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Arbitration Lawyers Fight To Keep Lieutenants In Union

Thursday, April, 5, 2012

Attempts by the opposition's arbitration lawyers failed to remove the Baltimore County Police Department lieutenants from a union in Maryland earlier this week. An independent arbitrator struck down the motion, keeping the current contract in place. Ira Jaffee fought to keep police officers from the Fraternal Order of Police Lodge 4 protected. President of the union Cole Weston states that this ruling will help them to continue to keep those officers represented for another year.

Union Arbitration Attorneys: Attempt To Move Lieutenants Fails


Though officials from the county were not immediately available for comment, they did tell the Union's arbitration lawyers that the move was going to help with the county's budget woes. They felt that it would ultimately end up saving the county money, but the move was not well received because the Police Executives Corps isn't actually a union at all. As such, if the lieutenants had been moved to it, they would not have the protections of the union.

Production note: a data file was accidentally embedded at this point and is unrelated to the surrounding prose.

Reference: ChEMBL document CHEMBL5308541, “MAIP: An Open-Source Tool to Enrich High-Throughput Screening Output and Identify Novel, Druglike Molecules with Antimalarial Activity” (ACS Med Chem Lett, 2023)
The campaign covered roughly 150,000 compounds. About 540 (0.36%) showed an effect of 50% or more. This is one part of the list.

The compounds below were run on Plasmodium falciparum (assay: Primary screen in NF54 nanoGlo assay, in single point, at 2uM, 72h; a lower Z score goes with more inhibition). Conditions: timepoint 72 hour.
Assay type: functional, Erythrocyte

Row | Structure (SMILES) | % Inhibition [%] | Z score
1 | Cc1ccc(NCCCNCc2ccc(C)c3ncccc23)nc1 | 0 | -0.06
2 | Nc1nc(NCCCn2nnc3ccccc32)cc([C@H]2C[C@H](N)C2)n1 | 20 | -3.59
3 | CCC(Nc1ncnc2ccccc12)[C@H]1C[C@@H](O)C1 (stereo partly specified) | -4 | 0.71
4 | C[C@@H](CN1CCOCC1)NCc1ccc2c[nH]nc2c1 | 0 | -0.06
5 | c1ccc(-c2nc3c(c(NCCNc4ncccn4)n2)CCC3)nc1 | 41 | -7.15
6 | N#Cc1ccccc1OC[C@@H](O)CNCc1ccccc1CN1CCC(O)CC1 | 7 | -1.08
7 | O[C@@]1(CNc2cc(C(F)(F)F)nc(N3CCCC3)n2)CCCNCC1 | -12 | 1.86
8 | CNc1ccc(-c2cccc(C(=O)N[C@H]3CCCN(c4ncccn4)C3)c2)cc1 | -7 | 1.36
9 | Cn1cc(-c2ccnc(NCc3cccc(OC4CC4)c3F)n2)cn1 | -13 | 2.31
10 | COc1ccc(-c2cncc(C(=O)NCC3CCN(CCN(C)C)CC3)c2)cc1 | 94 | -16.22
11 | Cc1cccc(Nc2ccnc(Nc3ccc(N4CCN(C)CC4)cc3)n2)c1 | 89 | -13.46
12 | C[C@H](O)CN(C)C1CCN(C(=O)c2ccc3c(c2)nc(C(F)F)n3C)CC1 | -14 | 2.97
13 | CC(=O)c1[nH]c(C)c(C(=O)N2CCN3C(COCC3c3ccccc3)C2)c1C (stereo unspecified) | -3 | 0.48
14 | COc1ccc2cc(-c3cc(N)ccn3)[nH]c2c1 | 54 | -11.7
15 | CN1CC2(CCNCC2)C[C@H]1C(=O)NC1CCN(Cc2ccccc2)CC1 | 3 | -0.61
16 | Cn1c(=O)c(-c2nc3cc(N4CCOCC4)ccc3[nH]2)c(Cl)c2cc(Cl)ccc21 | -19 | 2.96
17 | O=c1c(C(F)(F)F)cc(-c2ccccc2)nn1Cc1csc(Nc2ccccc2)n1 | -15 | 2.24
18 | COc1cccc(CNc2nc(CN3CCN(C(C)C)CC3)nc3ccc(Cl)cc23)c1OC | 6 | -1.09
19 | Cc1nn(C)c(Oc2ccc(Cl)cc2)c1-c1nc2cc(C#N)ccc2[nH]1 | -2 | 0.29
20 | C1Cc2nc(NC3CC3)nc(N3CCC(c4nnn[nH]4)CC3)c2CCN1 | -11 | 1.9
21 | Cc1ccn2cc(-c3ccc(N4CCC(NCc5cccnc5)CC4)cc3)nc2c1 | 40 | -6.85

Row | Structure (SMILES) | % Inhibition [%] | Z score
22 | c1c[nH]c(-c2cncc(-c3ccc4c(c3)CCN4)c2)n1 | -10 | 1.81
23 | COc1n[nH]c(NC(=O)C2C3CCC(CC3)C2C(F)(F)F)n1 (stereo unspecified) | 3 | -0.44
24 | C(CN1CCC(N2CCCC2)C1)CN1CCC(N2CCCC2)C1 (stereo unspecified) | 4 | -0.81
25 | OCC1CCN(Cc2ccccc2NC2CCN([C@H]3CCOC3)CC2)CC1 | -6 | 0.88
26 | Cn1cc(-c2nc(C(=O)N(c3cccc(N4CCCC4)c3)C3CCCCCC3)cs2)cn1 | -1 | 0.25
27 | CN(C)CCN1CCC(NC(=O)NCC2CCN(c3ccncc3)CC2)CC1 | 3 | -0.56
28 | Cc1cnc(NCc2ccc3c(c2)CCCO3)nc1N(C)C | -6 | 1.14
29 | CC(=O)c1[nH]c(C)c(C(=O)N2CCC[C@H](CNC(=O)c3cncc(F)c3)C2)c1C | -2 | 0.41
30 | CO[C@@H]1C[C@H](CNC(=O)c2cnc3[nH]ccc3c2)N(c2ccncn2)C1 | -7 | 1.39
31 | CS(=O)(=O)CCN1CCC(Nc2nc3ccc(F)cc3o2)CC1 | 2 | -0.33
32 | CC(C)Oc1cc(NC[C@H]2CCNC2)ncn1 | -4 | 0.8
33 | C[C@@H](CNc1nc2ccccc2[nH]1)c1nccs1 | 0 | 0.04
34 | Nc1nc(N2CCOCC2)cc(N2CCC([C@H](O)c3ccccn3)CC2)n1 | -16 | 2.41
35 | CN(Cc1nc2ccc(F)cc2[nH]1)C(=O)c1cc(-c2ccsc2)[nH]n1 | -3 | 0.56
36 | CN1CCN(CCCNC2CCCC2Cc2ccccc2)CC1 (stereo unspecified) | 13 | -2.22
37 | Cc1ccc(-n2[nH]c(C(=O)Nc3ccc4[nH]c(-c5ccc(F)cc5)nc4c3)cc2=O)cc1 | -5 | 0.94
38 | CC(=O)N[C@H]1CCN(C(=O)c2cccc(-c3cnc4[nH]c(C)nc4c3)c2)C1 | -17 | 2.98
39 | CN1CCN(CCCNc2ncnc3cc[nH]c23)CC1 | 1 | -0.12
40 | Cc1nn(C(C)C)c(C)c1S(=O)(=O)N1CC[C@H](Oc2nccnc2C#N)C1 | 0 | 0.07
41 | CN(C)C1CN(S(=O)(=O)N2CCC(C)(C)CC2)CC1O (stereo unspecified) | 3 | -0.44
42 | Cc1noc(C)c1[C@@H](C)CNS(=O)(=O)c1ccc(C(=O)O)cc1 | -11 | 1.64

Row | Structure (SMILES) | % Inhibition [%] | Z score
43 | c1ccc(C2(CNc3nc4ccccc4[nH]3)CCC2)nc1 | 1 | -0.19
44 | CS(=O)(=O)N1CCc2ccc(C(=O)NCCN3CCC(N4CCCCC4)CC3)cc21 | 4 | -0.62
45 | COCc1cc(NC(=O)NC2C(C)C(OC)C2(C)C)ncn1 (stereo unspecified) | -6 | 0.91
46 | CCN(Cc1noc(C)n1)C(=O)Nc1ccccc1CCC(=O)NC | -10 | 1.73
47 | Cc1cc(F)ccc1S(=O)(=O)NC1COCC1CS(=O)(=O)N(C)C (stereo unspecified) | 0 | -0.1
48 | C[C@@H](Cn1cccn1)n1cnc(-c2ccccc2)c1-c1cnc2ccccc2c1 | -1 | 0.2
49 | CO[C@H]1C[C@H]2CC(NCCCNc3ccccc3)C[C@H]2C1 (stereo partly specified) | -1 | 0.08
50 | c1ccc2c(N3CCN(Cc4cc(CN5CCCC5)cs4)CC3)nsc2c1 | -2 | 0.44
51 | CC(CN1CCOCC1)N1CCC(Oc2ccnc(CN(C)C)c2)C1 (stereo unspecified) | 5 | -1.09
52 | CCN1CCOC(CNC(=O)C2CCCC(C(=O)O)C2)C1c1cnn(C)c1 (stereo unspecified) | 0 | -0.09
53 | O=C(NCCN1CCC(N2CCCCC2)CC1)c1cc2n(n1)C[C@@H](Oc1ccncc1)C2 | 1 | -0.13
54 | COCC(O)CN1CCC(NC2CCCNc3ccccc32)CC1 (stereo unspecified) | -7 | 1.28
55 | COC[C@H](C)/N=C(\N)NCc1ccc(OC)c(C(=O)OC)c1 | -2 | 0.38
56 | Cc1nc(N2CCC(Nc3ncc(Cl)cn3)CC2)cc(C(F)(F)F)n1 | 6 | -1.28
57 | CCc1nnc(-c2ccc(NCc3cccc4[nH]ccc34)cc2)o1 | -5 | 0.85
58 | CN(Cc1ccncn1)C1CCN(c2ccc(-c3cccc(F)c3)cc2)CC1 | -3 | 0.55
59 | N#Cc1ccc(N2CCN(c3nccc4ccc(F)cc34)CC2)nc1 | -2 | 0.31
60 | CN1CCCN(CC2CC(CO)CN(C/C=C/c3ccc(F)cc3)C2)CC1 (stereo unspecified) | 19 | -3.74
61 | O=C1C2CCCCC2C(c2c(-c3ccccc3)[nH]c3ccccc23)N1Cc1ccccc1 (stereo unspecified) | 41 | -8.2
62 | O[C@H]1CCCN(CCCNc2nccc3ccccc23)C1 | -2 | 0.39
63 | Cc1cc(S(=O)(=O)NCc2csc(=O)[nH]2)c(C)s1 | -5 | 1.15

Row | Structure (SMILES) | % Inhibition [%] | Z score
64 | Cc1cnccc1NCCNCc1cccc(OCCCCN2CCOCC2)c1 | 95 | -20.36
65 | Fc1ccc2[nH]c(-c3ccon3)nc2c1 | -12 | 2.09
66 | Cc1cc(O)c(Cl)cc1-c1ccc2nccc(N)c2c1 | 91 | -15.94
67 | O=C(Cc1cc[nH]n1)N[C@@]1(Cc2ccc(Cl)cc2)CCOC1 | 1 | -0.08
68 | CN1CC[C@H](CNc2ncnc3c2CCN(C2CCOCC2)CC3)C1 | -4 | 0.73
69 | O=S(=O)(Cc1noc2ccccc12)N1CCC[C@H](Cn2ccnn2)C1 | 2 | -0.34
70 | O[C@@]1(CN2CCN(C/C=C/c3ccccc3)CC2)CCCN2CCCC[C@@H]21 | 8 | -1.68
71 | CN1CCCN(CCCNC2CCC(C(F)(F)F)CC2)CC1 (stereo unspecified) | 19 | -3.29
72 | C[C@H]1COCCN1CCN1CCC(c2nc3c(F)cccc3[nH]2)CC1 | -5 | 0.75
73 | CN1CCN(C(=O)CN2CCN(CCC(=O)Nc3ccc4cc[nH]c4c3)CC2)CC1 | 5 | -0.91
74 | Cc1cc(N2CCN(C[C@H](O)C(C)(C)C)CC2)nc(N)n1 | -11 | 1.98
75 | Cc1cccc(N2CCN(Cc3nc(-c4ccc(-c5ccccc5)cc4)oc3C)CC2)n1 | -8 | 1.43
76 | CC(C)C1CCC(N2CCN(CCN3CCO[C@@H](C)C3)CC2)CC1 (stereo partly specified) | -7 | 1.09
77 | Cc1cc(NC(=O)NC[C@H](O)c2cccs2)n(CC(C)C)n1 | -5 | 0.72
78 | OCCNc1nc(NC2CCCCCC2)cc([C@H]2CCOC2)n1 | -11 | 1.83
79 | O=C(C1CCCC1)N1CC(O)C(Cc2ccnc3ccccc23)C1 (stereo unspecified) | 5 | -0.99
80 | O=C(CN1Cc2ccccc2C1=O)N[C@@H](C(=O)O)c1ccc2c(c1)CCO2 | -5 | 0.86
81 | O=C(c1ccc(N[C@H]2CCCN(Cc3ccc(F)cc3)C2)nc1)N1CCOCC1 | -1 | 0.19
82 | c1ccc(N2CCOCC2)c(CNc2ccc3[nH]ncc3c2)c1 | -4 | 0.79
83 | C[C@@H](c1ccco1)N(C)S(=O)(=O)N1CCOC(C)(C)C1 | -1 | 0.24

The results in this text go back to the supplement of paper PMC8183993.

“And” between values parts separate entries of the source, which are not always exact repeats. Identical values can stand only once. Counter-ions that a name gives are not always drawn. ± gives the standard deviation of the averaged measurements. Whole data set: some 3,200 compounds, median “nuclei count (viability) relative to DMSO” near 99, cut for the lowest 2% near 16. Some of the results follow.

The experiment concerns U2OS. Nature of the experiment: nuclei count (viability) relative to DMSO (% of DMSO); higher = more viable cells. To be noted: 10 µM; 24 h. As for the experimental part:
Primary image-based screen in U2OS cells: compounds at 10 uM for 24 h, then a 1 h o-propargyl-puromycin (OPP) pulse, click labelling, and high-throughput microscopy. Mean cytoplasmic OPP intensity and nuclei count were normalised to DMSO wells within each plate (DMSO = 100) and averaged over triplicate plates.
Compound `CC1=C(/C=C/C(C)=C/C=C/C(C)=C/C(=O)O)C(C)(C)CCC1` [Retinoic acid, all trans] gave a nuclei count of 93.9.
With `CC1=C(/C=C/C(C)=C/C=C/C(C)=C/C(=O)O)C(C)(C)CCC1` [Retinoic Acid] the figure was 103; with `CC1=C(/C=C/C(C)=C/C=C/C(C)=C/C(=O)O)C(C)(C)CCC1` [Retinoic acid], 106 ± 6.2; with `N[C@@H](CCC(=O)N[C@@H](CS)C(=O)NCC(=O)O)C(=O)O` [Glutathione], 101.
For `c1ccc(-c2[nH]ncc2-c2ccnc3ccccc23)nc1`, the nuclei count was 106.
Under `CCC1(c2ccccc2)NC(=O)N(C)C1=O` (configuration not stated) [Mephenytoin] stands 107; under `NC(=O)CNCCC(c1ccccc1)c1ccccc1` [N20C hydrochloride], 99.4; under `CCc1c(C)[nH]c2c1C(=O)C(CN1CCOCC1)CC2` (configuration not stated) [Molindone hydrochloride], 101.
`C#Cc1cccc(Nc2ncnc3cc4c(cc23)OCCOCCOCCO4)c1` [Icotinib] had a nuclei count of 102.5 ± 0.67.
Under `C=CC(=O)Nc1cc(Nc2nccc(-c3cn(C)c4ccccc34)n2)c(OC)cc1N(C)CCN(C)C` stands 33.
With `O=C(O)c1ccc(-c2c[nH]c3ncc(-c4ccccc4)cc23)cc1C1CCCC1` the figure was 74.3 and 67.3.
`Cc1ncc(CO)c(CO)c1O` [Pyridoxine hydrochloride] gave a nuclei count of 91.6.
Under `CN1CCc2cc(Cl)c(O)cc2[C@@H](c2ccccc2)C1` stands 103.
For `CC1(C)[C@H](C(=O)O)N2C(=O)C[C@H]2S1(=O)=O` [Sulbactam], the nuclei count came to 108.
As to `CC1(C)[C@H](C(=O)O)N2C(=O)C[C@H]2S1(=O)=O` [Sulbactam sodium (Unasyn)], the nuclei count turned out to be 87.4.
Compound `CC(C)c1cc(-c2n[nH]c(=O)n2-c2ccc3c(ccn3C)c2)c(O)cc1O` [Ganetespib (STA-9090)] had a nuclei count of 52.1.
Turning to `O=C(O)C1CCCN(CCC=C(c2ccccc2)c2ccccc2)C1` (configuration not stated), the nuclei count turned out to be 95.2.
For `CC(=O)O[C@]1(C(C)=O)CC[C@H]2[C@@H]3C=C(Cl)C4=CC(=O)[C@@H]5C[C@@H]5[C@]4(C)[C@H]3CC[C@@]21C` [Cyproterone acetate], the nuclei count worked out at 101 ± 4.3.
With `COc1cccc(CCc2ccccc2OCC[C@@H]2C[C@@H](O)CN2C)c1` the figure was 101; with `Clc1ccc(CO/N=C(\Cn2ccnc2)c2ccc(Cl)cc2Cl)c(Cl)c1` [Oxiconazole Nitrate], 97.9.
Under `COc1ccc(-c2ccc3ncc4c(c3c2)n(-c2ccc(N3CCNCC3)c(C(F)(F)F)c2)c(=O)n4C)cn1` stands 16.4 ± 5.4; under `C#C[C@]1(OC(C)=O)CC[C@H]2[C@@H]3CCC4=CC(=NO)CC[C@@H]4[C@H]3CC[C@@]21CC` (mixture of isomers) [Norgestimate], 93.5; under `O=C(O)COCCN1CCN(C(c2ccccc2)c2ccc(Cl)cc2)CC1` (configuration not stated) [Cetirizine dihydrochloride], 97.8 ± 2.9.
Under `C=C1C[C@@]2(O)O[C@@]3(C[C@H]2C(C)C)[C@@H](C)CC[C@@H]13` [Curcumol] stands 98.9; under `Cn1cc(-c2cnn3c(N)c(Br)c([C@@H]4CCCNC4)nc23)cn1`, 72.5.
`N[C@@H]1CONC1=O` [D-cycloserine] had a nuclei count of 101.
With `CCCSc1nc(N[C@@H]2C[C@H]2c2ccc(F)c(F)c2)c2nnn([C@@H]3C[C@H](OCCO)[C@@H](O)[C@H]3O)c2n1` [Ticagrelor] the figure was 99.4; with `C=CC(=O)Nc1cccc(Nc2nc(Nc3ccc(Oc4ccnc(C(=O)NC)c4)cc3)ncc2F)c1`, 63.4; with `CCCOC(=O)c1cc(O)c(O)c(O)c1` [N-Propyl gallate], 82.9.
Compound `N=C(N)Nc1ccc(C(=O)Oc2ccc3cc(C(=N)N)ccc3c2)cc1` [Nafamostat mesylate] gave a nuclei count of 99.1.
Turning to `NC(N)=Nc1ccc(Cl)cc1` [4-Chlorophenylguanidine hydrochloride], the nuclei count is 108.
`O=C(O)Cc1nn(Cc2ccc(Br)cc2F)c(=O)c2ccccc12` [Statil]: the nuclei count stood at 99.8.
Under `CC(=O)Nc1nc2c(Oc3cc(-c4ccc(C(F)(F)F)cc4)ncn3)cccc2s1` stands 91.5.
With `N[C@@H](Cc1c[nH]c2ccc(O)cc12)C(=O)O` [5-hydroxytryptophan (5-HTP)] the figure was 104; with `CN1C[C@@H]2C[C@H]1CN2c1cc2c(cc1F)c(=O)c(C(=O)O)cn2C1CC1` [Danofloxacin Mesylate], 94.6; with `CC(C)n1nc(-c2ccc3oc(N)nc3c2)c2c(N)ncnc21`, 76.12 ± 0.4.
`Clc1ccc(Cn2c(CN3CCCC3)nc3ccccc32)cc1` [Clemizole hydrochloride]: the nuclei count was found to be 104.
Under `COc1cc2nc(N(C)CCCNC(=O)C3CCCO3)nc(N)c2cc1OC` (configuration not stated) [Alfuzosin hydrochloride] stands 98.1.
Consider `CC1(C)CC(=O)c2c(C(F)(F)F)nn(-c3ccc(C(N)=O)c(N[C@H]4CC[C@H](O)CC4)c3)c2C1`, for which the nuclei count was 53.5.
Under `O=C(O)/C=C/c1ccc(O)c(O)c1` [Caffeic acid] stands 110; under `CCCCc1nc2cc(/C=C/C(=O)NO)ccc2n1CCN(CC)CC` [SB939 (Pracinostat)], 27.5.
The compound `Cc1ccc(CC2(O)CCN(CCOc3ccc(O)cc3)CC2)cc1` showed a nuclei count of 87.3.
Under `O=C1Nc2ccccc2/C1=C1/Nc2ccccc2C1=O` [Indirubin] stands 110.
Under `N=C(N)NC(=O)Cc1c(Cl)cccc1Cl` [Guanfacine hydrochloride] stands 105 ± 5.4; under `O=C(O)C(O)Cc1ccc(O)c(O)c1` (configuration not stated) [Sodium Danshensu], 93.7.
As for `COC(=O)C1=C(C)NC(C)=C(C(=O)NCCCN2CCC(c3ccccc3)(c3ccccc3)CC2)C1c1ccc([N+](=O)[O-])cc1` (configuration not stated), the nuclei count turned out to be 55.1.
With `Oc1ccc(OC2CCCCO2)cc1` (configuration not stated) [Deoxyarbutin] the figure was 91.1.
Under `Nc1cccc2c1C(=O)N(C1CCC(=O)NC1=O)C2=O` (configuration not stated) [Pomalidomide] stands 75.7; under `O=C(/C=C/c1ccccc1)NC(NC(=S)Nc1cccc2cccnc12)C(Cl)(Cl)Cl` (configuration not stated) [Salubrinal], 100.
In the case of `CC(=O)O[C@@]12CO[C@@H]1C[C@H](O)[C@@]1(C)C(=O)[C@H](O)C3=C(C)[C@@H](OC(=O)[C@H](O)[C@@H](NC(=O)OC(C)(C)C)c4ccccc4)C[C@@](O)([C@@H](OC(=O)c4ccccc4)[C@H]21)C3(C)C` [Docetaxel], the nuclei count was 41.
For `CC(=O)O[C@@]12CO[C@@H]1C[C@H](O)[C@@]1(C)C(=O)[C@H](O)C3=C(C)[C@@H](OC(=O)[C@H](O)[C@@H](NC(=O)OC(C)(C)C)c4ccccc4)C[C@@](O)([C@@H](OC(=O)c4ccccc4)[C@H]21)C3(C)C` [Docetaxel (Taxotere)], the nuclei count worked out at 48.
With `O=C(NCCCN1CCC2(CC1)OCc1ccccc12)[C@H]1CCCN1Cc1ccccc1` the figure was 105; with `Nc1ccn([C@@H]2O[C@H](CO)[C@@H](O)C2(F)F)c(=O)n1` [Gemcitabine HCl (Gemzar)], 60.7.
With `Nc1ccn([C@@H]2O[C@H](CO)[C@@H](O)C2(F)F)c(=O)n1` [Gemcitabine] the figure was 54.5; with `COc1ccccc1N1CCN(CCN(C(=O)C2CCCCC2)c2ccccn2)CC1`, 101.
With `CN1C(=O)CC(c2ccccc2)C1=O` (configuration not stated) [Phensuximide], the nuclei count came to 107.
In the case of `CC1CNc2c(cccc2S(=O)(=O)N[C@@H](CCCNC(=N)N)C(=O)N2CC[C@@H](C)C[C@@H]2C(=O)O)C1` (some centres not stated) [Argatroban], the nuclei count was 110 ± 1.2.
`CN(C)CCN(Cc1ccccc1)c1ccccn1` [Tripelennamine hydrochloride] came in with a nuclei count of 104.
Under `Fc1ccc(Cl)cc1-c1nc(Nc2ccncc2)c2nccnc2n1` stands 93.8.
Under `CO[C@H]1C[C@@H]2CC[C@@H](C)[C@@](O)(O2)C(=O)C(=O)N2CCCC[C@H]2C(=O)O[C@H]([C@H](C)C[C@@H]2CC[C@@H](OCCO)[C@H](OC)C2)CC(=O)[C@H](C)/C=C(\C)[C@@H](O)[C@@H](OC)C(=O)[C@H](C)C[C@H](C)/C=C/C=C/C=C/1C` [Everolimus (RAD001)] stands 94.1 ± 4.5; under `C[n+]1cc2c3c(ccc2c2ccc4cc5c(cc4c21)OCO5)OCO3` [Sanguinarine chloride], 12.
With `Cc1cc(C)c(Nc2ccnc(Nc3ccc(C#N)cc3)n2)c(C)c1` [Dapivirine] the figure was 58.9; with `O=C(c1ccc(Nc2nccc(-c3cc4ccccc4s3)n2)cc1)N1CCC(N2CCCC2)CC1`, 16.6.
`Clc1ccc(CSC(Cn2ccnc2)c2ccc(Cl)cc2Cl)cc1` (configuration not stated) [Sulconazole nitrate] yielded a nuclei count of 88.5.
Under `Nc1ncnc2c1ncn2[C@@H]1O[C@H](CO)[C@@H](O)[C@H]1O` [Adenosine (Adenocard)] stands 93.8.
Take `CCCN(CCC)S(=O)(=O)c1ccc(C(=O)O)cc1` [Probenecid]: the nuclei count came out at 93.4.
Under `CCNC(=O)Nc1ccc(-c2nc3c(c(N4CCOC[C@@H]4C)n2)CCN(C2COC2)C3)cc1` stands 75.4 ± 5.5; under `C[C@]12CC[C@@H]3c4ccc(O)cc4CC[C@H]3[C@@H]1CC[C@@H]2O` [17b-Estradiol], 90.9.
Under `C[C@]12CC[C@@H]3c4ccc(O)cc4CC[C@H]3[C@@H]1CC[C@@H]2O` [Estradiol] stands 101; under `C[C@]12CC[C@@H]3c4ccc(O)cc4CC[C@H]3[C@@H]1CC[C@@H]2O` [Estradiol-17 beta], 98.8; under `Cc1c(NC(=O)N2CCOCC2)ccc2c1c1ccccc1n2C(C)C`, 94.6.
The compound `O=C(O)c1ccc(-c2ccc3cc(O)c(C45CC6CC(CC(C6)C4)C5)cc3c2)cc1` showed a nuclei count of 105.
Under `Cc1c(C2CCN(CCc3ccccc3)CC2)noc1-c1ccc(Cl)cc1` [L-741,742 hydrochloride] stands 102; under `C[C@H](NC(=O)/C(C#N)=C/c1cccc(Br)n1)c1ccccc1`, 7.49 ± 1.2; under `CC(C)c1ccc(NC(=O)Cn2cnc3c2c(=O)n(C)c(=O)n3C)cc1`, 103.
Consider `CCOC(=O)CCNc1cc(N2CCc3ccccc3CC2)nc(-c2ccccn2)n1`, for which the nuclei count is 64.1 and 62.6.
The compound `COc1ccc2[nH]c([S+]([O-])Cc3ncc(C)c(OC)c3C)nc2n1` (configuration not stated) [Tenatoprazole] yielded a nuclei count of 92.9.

The director of the county Office of Human Resources defended the move, stating, "The scope of the lieutenants responsibilities has evolved to the point where the lieutenant is more accurately defined as a commander than a rank-and-file employee. These responsibilities include authority over overtime and mileage reimbursement; allocation of human resources; disciplinary actions; oversight over specialized units once commanded by captains and recently their expanded authority during times when the captain is not on duty."

Union Members Prepare for Arbitration


Last week an agreement was reached between the two sides' arbitration lawyers that would make things right and serve the best interests of those lieutenants in question. Jaffe said that the county was not negotiating in good faith and that in bringing this up to its lieutenants in the last officer seemed to be forcing the issue to an impasse. He also stated that the county did not prove that it would save any money for the county itself. Current laws do keep the lieutenants within the police union.